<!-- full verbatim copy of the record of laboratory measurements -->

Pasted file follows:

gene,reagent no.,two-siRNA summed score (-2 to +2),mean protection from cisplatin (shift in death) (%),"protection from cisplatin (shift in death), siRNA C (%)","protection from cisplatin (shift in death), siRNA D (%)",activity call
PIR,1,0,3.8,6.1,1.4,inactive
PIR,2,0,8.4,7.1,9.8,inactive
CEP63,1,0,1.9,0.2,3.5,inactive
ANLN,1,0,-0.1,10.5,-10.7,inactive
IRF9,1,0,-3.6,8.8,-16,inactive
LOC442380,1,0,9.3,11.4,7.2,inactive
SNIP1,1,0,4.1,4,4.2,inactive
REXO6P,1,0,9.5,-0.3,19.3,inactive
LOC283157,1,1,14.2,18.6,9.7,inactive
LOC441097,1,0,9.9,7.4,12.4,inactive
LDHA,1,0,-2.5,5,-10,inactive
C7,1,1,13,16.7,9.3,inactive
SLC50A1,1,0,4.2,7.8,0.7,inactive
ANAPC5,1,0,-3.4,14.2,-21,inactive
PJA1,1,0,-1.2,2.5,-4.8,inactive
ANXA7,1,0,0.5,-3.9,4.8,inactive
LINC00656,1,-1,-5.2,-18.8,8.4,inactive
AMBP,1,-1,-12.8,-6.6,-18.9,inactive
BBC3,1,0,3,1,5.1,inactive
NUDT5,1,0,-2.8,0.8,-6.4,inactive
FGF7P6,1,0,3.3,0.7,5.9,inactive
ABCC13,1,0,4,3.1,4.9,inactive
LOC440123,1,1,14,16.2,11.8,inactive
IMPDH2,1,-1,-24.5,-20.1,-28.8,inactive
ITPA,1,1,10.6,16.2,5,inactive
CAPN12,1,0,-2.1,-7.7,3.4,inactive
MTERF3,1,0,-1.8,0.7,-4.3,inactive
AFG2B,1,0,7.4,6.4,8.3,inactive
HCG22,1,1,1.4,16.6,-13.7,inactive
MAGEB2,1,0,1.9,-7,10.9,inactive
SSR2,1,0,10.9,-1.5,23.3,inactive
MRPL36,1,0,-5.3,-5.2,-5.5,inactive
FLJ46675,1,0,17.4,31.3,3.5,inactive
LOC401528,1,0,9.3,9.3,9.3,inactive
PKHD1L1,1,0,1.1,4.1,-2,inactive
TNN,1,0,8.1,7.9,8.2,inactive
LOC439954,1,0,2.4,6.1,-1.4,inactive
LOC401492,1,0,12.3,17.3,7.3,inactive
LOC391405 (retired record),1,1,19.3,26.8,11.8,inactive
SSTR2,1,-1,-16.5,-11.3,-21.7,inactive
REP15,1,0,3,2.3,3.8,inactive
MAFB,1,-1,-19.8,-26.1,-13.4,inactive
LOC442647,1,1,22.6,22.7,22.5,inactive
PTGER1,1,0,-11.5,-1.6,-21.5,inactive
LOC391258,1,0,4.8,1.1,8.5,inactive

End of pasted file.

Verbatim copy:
gene,reagent no.,two-siRNA summed score (-2 to +2),mean protection from cisplatin (shift in death) (%),"protection from cisplatin (shift in death), siRNA C (%)","protection from cisplatin (shift in death), siRNA D (%)",activity call
PIR,1,0,3.8,6.1,1.4,inactive
PIR,2,0,8.4,7.1,9.8,inactive
CEP63,1,0,1.9,0.2,3.5,inactive
ANLN,1,0,-0.1,10.5,-10.7,inactive
IRF9,1,0,-3.6,8.8,-16,inactive
LOC442380,1,0,9.3,11.4,7.2,inactive
SNIP1,1,0,4.1,4,4.2,inactive
REXO6P,1,0,9.5,-0.3,19.3,inactive
LOC283157,1,1,14.2,18.6,9.7,inactive
LOC441097,1,0,9.9,7.4,12.4,inactive
LDHA,1,0,-2.5,5,-10,inactive
C7,1,1,13,16.7,9.3,inactive
SLC50A1,1,0,4.2,7.8,0.7,inactive
ANAPC5,1,0,-3.4,14.2,-21,inactive
PJA1,1,0,-1.2,2.5,-4.8,inactive
ANXA7,1,0,0.5,-3.9,4.8,inactive
LINC00656,1,-1,-5.2,-18.8,8.4,inactive
AMBP,1,-1,-12.8,-6.6,-18.9,inactive
BBC3,1,0,3,1,5.1,inactive
NUDT5,1,0,-2.8,0.8,-6.4,inactive
FGF7P6,1,0,3.3,0.7,5.9,inactive
ABCC13,1,0,4,3.1,4.9,inactive
LOC440123,1,1,14,16.2,11.8,inactive
IMPDH2,1,-1,-24.5,-20.1,-28.8,inactive
ITPA,1,1,10.6,16.2,5,inactive
CAPN12,1,0,-2.1,-7.7,3.4,inactive
MTERF3,1,0,-1.8,0.7,-4.3,inactive
AFG2B,1,0,7.4,6.4,8.3,inactive
HCG22,1,1,1.4,16.6,-13.7,inactive
MAGEB2,1,0,1.9,-7,10.9,inactive
SSR2,1,0,10.9,-1.5,23.3,inactive
MRPL36,1,0,-5.3,-5.2,-5.5,inactive
FLJ46675,1,0,17.4,31.3,3.5,inactive
LOC401528,1,0,9.3,9.3,9.3,inactive
PKHD1L1,1,0,1.1,4.1,-2,inactive
TNN,1,0,8.1,7.9,8.2,inactive
LOC439954,1,0,2.4,6.1,-1.4,inactive
LOC401492,1,0,12.3,17.3,7.3,inactive
LOC391405 (retired record),1,1,19.3,26.8,11.8,inactive
SSTR2,1,-1,-16.5,-11.3,-21.7,inactive
REP15,1,0,3,2.3,3.8,inactive
MAFB,1,-1,-19.8,-26.1,-13.4,inactive
LOC442647,1,1,22.6,22.7,22.5,inactive
PTGER1,1,0,-11.5,-1.6,-21.5,inactive
LOC391258,1,0,4.8,1.1,8.5,inactive